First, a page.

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Old 03-23-2006, 07:27 PM   #1
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Upgrading lights

I have a 24" deep 77 gallon tank that is fairly densley planted, mostly with swords. Right now i have 80 watts of NO light with two Power glo bulbs. I have 4 discus, soon to be 6 then 8, and a large school of neon tetras. I have weighed the pros and cons of each lighting option and have decided to go with PC. My questions are how many watts ( i dont' want to scare the discus into hiding with too much light) and what spectrum of bulbs should i use to get optimum growth and fish coloring. If somone could recomend a specific fixture that would fit my needs that would be great. Also, if i ran three bottles with my diy co2 setup, would that be enough to do me for now with the new fixture until i can afford to buy a pressurized setup? I have the co2 diffusing on hagens ladders. Help with this will be greatly appreciated. Thanks in advance.
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Old 03-23-2006, 08:44 PM   #2
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How are the swords doing at that light level?

I would recommend dual 65w 10000k fixtures, That would push you just above where Co2 is absolutely required (so make sure those 3 bottles are goin at all times).. but it should keep the fishes colours.

I'm not sure how senstive discus are to light, but that will put you in a moderate light category.. if you feel like splurging, get 4x65w marine fixture, (2 x actinic for great colour and 2 x 10000k for even more blues. the fish will look absolutely striking, and if you decide you want more light for plants when you get pressurized you can swap out the 2 actinics for 10000k or 6700k.. I think Lonewolfblue posted a good site to get a cheap 4x65w fixture.
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Old 03-23-2006, 10:00 PM   #3
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Do acintic bulbs do anything for plants at all, and do they contribute to algae?
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Old 03-23-2006, 10:03 PM   #4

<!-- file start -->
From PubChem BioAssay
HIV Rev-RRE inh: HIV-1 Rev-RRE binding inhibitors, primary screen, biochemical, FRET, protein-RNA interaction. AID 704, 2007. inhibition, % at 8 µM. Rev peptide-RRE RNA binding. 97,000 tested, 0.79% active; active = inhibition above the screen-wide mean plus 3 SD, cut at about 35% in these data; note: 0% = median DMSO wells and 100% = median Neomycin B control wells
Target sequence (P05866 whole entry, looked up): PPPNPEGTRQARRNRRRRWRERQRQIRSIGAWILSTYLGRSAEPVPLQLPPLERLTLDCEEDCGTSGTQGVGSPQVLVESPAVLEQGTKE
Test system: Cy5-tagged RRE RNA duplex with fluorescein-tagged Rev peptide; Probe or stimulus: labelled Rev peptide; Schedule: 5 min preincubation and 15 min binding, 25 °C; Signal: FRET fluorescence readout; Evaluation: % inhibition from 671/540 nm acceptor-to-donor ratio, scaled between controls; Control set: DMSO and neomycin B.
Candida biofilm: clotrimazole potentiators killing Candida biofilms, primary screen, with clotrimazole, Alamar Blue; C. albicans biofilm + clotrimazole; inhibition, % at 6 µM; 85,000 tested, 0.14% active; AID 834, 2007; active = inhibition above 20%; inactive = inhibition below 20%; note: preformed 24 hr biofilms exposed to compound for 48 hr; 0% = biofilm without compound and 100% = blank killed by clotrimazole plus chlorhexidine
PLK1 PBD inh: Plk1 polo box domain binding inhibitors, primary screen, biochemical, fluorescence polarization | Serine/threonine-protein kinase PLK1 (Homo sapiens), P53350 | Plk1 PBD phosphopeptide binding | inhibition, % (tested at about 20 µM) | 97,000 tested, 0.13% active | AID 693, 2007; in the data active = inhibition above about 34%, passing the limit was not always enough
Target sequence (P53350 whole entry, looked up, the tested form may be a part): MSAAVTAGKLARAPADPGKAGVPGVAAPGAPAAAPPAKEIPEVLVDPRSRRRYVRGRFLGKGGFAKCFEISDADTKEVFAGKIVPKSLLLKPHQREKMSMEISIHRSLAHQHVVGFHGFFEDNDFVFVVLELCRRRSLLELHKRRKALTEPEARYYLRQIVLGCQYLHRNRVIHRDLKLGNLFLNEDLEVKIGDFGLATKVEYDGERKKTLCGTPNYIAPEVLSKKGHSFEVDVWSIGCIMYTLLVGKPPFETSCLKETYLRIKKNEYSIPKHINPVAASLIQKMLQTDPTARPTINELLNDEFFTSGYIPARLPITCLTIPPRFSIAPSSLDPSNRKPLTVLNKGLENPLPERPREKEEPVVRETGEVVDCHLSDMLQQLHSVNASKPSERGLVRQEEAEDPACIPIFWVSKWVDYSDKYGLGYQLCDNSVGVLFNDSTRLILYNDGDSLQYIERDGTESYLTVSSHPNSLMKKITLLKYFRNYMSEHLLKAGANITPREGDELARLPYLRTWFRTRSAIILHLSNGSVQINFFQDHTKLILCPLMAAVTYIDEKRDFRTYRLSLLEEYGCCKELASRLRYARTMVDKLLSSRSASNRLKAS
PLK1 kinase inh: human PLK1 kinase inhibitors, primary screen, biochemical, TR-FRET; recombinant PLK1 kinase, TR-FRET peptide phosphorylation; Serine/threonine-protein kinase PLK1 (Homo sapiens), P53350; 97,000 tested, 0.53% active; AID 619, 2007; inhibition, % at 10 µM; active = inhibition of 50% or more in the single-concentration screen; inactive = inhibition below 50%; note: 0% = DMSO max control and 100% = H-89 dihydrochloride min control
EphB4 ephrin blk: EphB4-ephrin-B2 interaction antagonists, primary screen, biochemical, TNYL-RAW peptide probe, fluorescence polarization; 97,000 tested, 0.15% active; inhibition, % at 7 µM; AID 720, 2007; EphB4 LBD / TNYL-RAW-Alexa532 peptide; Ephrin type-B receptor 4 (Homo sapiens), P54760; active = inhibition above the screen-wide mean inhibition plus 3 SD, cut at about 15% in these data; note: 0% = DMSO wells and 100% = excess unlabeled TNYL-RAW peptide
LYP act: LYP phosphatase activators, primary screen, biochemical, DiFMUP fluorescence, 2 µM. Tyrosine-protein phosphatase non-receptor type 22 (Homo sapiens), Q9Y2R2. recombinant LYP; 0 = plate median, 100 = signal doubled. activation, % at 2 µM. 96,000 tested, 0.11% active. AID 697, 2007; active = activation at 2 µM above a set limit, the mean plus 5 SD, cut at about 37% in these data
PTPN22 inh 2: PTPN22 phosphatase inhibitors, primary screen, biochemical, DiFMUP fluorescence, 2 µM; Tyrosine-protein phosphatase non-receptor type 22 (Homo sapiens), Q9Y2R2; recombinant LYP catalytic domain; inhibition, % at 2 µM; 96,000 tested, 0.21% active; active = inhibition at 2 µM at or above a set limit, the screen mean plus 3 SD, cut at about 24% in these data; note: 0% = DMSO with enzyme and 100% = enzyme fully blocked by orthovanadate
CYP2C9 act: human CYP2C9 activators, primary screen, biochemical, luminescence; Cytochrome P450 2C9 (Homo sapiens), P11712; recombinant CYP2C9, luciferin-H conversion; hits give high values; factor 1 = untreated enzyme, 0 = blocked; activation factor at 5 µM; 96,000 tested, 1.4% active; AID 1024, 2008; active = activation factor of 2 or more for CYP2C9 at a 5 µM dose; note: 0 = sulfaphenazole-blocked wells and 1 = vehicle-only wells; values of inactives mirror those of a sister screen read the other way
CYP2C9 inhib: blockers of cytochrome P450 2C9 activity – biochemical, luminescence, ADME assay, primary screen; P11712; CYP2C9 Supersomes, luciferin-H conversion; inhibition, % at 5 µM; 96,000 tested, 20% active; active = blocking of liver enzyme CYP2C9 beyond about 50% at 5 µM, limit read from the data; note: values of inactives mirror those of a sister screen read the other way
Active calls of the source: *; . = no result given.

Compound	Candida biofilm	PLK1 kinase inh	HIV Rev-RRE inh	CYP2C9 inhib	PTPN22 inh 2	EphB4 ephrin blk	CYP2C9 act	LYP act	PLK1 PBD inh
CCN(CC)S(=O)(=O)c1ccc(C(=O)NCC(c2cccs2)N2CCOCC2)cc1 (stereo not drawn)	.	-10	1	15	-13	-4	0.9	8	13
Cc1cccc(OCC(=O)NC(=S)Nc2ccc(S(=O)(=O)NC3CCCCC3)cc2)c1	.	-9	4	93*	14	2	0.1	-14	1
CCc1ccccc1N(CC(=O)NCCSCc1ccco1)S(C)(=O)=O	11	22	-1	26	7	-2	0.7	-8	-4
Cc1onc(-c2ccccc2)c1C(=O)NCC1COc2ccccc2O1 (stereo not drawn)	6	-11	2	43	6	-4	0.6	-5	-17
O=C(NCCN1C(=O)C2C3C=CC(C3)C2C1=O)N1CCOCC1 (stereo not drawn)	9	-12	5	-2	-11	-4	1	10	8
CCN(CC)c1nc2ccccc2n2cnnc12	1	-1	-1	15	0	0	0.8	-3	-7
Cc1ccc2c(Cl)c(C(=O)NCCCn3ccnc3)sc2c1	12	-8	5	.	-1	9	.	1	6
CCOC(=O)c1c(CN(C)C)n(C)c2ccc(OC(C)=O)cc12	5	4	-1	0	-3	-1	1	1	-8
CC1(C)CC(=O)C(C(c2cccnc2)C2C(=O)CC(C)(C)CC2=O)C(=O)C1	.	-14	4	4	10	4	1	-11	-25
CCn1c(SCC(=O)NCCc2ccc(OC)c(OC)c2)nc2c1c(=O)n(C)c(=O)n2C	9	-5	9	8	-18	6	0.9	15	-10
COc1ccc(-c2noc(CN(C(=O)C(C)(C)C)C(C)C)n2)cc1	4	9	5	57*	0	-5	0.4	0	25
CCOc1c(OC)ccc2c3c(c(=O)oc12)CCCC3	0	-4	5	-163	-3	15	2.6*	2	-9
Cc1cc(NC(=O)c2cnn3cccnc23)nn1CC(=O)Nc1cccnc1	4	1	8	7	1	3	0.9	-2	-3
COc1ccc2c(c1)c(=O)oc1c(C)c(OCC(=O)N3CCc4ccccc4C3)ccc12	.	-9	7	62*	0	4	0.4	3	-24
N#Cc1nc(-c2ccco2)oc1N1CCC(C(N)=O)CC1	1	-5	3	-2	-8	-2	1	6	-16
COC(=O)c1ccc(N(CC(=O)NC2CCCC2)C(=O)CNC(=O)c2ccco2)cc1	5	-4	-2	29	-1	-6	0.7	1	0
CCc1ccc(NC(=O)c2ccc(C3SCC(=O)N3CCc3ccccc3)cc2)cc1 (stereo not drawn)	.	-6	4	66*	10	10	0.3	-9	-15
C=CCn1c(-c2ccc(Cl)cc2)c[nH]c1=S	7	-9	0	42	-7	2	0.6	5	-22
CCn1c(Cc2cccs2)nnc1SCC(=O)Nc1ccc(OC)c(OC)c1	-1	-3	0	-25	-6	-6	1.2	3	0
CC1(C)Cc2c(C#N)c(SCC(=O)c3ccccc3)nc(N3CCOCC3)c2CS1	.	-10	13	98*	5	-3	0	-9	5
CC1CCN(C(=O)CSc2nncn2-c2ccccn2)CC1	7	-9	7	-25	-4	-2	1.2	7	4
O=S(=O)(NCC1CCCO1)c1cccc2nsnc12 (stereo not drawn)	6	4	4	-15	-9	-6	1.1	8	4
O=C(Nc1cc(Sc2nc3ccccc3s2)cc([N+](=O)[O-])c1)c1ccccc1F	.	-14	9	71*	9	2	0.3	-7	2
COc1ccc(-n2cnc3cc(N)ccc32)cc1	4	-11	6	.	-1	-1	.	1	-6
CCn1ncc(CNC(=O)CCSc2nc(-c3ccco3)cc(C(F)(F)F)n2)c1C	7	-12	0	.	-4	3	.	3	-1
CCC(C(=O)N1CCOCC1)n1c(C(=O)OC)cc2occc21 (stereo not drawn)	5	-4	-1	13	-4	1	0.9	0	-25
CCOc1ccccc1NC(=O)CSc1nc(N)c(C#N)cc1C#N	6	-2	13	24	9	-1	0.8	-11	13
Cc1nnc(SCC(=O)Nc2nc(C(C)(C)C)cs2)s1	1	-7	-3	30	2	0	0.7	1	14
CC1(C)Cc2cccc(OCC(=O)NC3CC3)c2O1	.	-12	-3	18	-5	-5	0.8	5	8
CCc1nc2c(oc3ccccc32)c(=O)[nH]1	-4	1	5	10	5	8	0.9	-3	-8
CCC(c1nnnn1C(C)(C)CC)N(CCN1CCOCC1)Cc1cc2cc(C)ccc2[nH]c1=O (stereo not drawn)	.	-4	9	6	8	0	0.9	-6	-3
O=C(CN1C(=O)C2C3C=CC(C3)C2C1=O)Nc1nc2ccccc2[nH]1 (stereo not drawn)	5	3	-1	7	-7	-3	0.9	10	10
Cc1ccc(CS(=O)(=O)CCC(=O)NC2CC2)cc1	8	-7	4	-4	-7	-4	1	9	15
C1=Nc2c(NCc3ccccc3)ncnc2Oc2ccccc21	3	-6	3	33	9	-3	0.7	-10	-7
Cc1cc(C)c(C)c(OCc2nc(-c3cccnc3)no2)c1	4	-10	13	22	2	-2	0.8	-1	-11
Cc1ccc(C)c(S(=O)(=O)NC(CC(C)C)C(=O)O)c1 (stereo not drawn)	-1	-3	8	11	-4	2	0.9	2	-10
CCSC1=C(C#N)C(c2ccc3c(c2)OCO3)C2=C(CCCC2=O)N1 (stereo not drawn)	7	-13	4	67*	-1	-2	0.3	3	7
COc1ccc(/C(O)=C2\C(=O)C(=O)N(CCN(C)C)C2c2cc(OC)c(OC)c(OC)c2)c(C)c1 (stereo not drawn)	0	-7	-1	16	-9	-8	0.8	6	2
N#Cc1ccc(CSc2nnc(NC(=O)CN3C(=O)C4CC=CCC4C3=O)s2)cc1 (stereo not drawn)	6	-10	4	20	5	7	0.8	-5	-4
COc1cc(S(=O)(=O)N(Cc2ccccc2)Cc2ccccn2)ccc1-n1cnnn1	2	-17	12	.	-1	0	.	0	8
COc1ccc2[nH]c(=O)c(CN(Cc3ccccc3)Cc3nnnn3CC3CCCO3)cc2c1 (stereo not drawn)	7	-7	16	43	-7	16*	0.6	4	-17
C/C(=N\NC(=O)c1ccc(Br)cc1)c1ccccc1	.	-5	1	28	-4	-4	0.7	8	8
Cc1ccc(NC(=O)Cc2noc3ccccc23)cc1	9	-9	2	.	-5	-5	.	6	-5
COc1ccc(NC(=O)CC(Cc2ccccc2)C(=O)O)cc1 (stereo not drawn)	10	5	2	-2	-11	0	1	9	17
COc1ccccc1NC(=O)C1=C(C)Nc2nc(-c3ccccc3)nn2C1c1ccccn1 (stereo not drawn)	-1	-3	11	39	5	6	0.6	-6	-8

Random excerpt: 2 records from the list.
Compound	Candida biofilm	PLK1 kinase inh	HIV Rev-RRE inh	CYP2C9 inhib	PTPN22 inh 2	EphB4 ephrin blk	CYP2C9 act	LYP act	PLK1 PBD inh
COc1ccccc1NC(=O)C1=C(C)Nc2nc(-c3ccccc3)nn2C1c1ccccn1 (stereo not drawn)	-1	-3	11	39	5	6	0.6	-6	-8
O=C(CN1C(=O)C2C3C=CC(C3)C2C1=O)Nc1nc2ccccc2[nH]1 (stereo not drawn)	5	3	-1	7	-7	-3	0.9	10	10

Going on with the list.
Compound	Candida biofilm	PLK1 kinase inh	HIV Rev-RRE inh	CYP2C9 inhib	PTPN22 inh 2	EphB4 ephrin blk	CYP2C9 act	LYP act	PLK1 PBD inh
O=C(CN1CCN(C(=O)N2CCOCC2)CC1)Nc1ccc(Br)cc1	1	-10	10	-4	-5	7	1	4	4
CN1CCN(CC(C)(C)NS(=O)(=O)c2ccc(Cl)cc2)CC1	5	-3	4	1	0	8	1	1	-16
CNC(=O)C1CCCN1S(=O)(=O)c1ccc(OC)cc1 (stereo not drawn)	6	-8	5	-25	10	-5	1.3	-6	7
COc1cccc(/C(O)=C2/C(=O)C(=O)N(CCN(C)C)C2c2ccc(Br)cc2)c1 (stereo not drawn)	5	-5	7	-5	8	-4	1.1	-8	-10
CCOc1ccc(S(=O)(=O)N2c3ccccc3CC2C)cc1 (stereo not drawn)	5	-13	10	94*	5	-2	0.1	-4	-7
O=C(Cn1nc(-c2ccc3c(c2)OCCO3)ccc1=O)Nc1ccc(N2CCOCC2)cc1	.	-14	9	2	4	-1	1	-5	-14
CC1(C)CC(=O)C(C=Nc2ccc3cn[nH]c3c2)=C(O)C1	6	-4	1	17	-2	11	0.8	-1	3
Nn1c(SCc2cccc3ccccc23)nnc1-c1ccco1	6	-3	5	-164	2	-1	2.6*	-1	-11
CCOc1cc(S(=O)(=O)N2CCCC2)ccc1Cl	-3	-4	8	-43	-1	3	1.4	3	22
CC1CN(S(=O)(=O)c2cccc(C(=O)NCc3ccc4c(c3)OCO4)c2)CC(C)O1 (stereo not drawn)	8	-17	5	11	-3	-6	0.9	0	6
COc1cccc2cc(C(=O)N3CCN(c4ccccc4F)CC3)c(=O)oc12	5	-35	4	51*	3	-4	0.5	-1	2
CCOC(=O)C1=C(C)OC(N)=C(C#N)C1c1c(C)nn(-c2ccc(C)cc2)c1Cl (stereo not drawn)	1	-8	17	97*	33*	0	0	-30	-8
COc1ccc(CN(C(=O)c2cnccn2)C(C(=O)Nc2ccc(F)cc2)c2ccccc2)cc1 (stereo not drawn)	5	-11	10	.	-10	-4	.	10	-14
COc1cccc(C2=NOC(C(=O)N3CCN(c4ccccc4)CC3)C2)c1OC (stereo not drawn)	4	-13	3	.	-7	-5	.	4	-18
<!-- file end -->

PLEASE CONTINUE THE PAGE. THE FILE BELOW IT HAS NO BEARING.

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Some people have reported that actinic bulbs help promote bushier plant growth, other than that not much. They shouldn't be included when calculating the total lighting over the tank.

Also I hope that you were planning on 1 Gallon bottles instead of 2 Liter bottles. You're going to need a lot to get enough CO2 into that tank. You may even find that you need to add a fourth.
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Old 03-24-2006, 09:45 AM   #5
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Are there any decent co2 test kits available that aren't crazy expensive?
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Old 03-24-2006, 09:58 AM   #6
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All you need is a PH and KH test kit. You can use these to calculate the CO2 in the tank. If there are buffers in your water other than KH, you will have to use a slightly different method to calculate CO2. Check out the CO2 Sticky, there's several links to charts and calculations for CO2 using PH and KH.
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Old 03-24-2006, 10:25 AM   #7
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Okay, so i have almost no co2 in my tank. I'm really confused however, the kh of my tank is 220ppm and my gh is at 120 ppm. Here's where it gets confusing my tapwater's kh is 120ppm and gh is 120ppm, my tank is filtered through peat, so why is the kh of my tank water almost double that of my tapwater, isn't peat supposed to lower the hardness of water, btw i did the tests three times.
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Old 03-24-2006, 10:48 AM   #8
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so you have about 13dkh in the aquarium...and a lot less from the tap. why did you feel you needed peat to lower hardness? 120ppm is fine for both Kh and Gh, unless you have very delicate, softwater fish. Discus may or may not fall into that category (i've never kept them, and i've met many who argue what water is truely needed).

if you really wanted to lower hardness you should use RO water, mixed with tap water, to dilute your hardness levels.

Only reason tank Kh is higher is because of two things:
1. something in the tank is full of carbonate, and is dissolving...like limestone or lace rock as examples
2. you've been topping off for evaporation with tap water, and not doing enough large, weekly water changes. Since only H2O evaporates, topping off with tap water raises your hardness levels

I'm more inclined to think its option 1. Discus keepers I konw usually do water changes twice a week, adn that should prevent hardness from getting concentrated. Plus your Gh is the same, only kh is higher, so something really must be dissolving. What kind of decorative rocks/gravel are you using?
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Old 03-24-2006, 12:57 PM   #9
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i just have geosystem sand, driftwood, and plants in the tank, no rocks at all, so maybe it's option two.

Edit: So I just read the back of the geosystem sand bag and it says that it contains ph buffers, which would explain the high kh and high ph. Why would there be ph buffers in ordinary aquarium sand, i could understand if it was intended for marine use, but not freshwater... argghhhh
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